Why Personalized Learning?
By: Bernard Bull
Personalized learning is an approach to education that focuses on adapting lessons and learning experiences to each learner. It is a term used in contrast to creating a single lesson and presenting that same lessons to all students in the same way and at the same pace. What role might personalized learning play in the Lutheran school and classroom? How does it fit with our mission, values, and goals in Lutheran schools? Is there a compelling why for considering personalized learning in our schools?
From a biblical perspective, we know that our students have many things in common with one another and rest of humanity. Every student in our class is loved by God. As we are reminded in 1 Timothy 2:3–4, “God our Savior . . . desires all people to be saved and to come to the knowledge of the truth.” From Romans 3:23, we know that “all have sinned and fall short of the glory of God.” We even know some of the things that every student in our class desires, as Proverbs 19:22 says: “What is desired in a man is steadfast love.” These and many other passages remind us that, when it comes to the content of our faith, these truths apply to all people, across time and location. We are rooted in absolute truths that do not change or adjust according to individual differences or preferences.
At the same time, we also know that each student in our class is a unique child of God. This is evident in the way they look, but as we get to know them, it doesn’t take long to recognize that their differences are far greater than simple appearance. We know that they come to us with different experiences, challenges, strengths, gifts, abilities, and interests. We also know that each student is being prepared for a set of current and future vocations, even if we do not know the details about some of those vocations.
The more we get to know each student in our classrooms, the more we realize that what works well with one student does not necessarily work well with another. A firm word to one student will be heard and experienced differently depending upon a student’s temperament. Even as a parent, I’ve learned this lesson. I can use the same tone and the same words to my son and daughter with completely different results. This same thing is true in the classroom. In the Gospels, we even see this truth applied by Jesus as He interacts with different people. His message was consistent and unchanging, but how He communicated that message, and which lesson He elected to share to a person at a given time, varied. He spoke to people differently and focused upon different lessons. Consider His words and approach to the woman at the well, Nicodemus, Zacchaeus, each of the disciplines, the thief on the cross, and countless other interactions recorded in the Gospels. So we see how a one-size-fits-all approach to teaching and learning is likely to have mixed results among diverse students.
At the same time, we also know that there were certainly plenty of instances when Jesus spoke a single message to a small or large group of people. The words of the Sermon on the Mount were not personalized to the unique needs of each person. Not every lesson or experience needs to be personalized. In fact, the Scriptures are full of examples that assure us of this fact. We don’t each get our own personalized set of Ten Commandments. We each study and learn from the same Christian Scriptures. Our God is the same yesterday, today, and tomorrow.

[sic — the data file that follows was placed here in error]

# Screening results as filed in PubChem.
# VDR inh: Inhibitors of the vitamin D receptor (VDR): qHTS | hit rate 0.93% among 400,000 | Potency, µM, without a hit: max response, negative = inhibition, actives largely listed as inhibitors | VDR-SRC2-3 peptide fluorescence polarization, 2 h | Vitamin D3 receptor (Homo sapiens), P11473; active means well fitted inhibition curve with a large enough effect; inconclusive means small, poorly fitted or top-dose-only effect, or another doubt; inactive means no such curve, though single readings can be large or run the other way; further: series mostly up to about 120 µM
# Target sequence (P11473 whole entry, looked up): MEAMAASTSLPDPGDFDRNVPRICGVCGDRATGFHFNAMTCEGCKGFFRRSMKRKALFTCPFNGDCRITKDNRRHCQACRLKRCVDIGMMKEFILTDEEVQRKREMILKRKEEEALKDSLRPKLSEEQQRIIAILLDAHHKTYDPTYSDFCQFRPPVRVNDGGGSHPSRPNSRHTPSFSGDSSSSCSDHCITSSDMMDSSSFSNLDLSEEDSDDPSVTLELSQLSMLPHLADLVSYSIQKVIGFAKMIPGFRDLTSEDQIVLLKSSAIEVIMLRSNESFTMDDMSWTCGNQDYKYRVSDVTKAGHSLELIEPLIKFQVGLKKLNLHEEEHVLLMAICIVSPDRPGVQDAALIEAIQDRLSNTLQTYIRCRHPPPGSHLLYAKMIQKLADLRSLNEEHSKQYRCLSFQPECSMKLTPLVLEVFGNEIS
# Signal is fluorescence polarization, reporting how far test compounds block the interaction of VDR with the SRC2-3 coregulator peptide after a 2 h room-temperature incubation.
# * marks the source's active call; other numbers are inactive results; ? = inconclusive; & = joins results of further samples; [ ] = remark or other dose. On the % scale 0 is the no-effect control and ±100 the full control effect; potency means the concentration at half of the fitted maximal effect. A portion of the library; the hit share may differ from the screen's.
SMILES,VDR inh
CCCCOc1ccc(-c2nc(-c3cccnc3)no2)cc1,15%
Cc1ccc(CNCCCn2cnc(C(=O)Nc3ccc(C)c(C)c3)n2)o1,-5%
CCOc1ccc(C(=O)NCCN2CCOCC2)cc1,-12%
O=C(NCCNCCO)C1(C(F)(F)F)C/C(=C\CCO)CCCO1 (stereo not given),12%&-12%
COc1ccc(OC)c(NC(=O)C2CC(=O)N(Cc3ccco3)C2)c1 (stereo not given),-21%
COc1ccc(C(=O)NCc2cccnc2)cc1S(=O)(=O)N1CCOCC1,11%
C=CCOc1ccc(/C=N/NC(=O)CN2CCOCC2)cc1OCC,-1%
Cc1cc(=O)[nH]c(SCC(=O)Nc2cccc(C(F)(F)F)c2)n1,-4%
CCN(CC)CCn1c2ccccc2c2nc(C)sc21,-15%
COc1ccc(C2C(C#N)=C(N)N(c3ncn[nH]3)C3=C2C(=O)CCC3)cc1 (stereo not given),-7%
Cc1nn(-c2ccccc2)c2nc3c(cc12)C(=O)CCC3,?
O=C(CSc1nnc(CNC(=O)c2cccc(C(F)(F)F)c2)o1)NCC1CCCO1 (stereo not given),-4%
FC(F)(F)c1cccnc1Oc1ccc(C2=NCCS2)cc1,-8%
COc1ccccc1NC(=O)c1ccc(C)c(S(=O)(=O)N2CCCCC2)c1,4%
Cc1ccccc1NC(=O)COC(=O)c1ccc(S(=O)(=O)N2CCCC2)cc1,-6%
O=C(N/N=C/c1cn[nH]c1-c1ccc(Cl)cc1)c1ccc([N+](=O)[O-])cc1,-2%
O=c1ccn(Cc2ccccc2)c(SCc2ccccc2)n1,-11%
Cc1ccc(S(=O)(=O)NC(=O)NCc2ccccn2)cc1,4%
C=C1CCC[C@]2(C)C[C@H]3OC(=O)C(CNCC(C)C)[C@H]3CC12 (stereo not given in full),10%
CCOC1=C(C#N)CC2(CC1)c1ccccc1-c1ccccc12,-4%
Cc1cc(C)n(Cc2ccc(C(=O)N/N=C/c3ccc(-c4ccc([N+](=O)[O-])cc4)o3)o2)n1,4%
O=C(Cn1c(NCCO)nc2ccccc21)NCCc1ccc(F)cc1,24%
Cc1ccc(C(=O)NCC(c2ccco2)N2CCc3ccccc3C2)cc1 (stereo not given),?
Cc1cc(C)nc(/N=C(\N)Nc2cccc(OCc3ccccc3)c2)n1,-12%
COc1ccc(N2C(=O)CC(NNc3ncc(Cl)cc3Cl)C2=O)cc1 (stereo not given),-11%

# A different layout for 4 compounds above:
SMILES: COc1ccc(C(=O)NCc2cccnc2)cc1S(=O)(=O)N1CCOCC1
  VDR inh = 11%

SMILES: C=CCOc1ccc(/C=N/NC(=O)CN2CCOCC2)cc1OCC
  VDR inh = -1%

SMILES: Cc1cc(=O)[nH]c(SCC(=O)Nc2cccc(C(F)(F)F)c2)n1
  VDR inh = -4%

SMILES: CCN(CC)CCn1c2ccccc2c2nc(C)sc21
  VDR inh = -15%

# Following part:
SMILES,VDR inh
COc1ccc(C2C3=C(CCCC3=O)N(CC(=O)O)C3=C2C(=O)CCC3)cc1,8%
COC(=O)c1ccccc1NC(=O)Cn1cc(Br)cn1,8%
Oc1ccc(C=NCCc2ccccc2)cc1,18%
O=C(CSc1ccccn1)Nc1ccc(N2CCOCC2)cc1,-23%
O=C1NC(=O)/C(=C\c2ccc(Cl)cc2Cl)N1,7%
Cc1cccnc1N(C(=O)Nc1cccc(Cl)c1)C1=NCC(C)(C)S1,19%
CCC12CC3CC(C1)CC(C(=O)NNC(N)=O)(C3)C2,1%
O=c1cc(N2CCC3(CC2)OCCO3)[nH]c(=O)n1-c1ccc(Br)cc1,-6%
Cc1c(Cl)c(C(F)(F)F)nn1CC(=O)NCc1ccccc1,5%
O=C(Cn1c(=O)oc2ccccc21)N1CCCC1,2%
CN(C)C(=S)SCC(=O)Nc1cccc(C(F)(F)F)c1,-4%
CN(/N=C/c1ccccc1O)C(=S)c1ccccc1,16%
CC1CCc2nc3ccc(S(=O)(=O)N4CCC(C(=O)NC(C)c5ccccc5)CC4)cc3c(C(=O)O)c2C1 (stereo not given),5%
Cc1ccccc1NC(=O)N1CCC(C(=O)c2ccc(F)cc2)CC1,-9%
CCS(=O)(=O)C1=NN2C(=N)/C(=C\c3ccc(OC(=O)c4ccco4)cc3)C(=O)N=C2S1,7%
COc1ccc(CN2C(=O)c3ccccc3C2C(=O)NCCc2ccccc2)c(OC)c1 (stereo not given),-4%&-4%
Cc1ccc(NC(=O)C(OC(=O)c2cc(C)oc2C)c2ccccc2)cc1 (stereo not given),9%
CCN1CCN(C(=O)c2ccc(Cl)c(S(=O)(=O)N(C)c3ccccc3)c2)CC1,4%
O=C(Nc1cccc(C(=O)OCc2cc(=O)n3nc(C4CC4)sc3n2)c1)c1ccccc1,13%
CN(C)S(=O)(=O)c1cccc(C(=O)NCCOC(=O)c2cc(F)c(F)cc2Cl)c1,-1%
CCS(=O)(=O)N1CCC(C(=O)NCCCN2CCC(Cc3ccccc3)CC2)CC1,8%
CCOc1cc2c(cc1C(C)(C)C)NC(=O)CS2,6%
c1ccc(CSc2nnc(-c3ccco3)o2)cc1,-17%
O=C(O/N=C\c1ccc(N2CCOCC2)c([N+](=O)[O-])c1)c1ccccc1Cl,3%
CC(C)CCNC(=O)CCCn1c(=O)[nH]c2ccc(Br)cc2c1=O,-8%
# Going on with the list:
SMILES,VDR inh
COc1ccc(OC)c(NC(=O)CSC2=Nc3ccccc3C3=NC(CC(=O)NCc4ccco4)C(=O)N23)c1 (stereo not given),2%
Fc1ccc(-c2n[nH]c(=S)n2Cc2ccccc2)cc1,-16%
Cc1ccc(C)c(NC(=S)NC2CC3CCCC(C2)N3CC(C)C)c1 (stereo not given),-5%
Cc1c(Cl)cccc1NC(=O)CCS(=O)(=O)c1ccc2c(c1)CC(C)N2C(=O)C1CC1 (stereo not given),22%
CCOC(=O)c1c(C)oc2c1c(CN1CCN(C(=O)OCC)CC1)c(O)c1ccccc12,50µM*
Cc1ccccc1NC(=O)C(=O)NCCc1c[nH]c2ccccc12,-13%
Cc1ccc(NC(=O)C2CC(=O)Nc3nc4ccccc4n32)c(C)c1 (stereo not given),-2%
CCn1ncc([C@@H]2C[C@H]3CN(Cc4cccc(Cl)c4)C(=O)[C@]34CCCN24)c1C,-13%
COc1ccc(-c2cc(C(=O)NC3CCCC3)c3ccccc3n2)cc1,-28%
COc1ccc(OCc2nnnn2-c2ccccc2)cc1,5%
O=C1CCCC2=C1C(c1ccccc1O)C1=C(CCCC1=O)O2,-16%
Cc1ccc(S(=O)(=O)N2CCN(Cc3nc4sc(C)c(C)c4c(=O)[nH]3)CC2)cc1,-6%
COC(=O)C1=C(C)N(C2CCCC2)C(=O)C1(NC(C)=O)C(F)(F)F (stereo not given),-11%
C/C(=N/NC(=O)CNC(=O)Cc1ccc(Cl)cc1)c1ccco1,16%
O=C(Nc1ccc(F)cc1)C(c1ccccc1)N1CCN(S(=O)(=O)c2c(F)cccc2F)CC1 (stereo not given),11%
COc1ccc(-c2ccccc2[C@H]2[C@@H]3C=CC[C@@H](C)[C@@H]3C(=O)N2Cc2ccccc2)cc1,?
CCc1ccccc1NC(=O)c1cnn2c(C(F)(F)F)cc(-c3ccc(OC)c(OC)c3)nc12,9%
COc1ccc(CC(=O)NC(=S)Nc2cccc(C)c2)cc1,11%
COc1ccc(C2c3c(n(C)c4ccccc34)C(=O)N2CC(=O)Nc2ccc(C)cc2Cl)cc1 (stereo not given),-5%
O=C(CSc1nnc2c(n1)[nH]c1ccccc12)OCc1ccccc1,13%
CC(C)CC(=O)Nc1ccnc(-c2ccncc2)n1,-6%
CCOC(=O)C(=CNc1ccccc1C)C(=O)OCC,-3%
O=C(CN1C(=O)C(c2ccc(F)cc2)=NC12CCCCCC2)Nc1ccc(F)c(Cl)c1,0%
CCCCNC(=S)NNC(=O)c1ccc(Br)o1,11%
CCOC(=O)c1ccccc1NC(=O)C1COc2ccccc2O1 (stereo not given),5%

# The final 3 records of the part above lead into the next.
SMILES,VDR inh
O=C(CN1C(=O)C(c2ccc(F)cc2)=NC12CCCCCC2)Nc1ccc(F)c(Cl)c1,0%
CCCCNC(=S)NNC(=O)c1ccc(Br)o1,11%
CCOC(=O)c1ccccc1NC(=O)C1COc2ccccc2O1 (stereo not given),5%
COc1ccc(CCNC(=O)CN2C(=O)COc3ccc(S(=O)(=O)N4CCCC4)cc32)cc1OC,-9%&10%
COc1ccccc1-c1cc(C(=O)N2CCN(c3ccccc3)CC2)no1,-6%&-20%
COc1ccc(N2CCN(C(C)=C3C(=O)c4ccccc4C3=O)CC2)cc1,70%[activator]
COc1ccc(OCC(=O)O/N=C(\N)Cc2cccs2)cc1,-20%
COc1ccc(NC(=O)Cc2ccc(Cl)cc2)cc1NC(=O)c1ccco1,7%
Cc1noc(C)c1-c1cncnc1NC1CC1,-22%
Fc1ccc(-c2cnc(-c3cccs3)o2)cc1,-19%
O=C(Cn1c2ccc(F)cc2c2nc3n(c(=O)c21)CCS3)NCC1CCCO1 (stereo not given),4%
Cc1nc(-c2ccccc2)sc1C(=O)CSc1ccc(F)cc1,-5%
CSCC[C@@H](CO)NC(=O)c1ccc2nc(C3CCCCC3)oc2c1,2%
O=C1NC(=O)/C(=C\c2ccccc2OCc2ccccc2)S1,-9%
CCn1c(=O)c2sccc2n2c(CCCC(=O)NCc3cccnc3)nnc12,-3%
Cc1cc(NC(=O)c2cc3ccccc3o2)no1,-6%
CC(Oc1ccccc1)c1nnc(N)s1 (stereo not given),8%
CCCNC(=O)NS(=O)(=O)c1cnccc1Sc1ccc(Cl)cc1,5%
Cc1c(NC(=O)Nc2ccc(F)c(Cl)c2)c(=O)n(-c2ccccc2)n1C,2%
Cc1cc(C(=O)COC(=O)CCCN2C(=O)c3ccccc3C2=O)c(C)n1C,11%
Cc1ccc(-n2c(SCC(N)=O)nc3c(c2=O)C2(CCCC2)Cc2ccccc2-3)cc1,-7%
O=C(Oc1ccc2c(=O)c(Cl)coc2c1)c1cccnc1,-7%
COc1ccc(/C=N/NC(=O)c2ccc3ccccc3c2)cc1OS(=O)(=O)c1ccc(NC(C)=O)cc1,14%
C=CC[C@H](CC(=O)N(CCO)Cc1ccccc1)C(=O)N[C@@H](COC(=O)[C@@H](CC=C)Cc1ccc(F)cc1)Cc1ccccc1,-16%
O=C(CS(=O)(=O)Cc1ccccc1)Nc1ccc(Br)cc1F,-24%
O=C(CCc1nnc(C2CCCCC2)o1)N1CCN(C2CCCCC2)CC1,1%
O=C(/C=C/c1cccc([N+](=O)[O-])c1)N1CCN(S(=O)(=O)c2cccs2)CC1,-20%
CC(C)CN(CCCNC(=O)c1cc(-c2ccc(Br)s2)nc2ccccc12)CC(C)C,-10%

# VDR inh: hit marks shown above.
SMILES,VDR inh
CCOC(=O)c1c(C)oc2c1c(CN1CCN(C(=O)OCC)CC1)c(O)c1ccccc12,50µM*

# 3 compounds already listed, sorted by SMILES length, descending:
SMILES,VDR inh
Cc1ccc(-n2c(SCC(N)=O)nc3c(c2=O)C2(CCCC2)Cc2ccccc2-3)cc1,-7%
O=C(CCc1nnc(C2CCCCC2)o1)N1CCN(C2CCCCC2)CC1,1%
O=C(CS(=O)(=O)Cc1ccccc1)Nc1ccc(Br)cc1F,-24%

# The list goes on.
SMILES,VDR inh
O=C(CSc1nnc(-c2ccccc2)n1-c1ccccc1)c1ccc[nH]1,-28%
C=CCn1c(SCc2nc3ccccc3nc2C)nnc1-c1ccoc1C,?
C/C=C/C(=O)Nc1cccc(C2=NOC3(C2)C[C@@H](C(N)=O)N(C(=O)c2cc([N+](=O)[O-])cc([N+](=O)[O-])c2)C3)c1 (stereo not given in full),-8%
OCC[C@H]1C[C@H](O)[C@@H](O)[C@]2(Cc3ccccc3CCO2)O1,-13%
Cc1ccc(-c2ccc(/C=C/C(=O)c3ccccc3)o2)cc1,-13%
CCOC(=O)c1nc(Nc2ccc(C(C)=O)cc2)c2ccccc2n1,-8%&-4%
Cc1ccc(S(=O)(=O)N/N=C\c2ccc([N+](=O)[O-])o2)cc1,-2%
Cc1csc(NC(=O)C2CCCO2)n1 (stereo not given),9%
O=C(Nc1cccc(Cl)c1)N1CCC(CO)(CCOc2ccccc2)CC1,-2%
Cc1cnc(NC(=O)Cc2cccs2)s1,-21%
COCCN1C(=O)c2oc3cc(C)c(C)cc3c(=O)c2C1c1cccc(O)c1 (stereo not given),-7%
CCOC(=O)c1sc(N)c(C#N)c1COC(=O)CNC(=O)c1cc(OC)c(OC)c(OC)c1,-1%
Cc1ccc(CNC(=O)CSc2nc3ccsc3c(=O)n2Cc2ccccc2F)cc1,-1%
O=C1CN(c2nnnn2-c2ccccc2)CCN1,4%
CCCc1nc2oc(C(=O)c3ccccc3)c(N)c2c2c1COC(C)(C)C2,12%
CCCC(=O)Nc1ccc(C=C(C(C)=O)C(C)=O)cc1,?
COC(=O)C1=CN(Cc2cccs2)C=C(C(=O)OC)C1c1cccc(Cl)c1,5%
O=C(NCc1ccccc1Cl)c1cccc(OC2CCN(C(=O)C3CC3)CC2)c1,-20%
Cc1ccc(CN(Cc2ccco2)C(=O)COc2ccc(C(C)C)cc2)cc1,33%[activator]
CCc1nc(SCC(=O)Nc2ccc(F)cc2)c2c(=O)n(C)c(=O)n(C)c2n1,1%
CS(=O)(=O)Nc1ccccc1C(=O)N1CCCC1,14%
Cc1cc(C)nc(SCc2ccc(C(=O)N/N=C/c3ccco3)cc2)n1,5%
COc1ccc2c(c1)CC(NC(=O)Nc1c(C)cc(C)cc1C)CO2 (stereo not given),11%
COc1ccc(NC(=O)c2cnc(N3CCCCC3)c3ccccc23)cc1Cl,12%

Perhaps all of this reminds us about the truth in Ecclesiastes 3:1 that “for everything there is a season.” There is a time to personalize. There is also a time to teach a single lesson to an entire group. As such, the Christian educator persistently prays for wisdom about such matters.
Having stated all of this, personalized learning certainly has a valuable role to play in the Christian classroom. To demonstrate its role, consider this simple illustration. Imagine that you are in a large room with two exits, one on each side of the room. There are round tables and chairs throughout the room with several people sitting at each table. If there was an emergency in the room, what would be the best way to get everyone evacuated as quickly as possible? Would you make everyone get in a single-file line and follow you out of one door? Or might there be wisdom in letting each person take the closest route based upon where he or she is sitting in the room? Perhaps the first method would be more orderly and that might be important, but it would probably not be the fastest.
In my illustration, getting to one of the exits represents reaching a learning goal. Students in your classroom right now are at different places in their learning as it relates to that learning goal. Some are only feet away from that exit or very close to already reaching the stated learning goal. Others are much further away. The best or fastest pathway to the exit will vary by student because every student is at a different place in the room. That same thing is true about individual students and a given learning goal. Personalized learning is simply recognizing this fact and planning accordingly. Our intent is not just to present content, but to help each learner reach important learning goals. That is where and why personalized learning comes into play.
If this interests you and you want more information on both the why and how of personalized learning, watch for the upcoming CPH book The Pedagogy of Faith, in which David Black has an entire chapter dedicated to this topic.
Concordia Publishing House (CPH) is the publishing arm of The Lutheran Church—Missouri Synod. For 145 years, CPH has provided individuals, churches, and schools with products that are faithful to the Scriptures and the Lutheran Confessions. From books and Bibles to church supplies, curriculum, and software, CPH offers more than 8,000 products to support the proclamation of the Gospel worldwide. Visit CPH online at cph.org.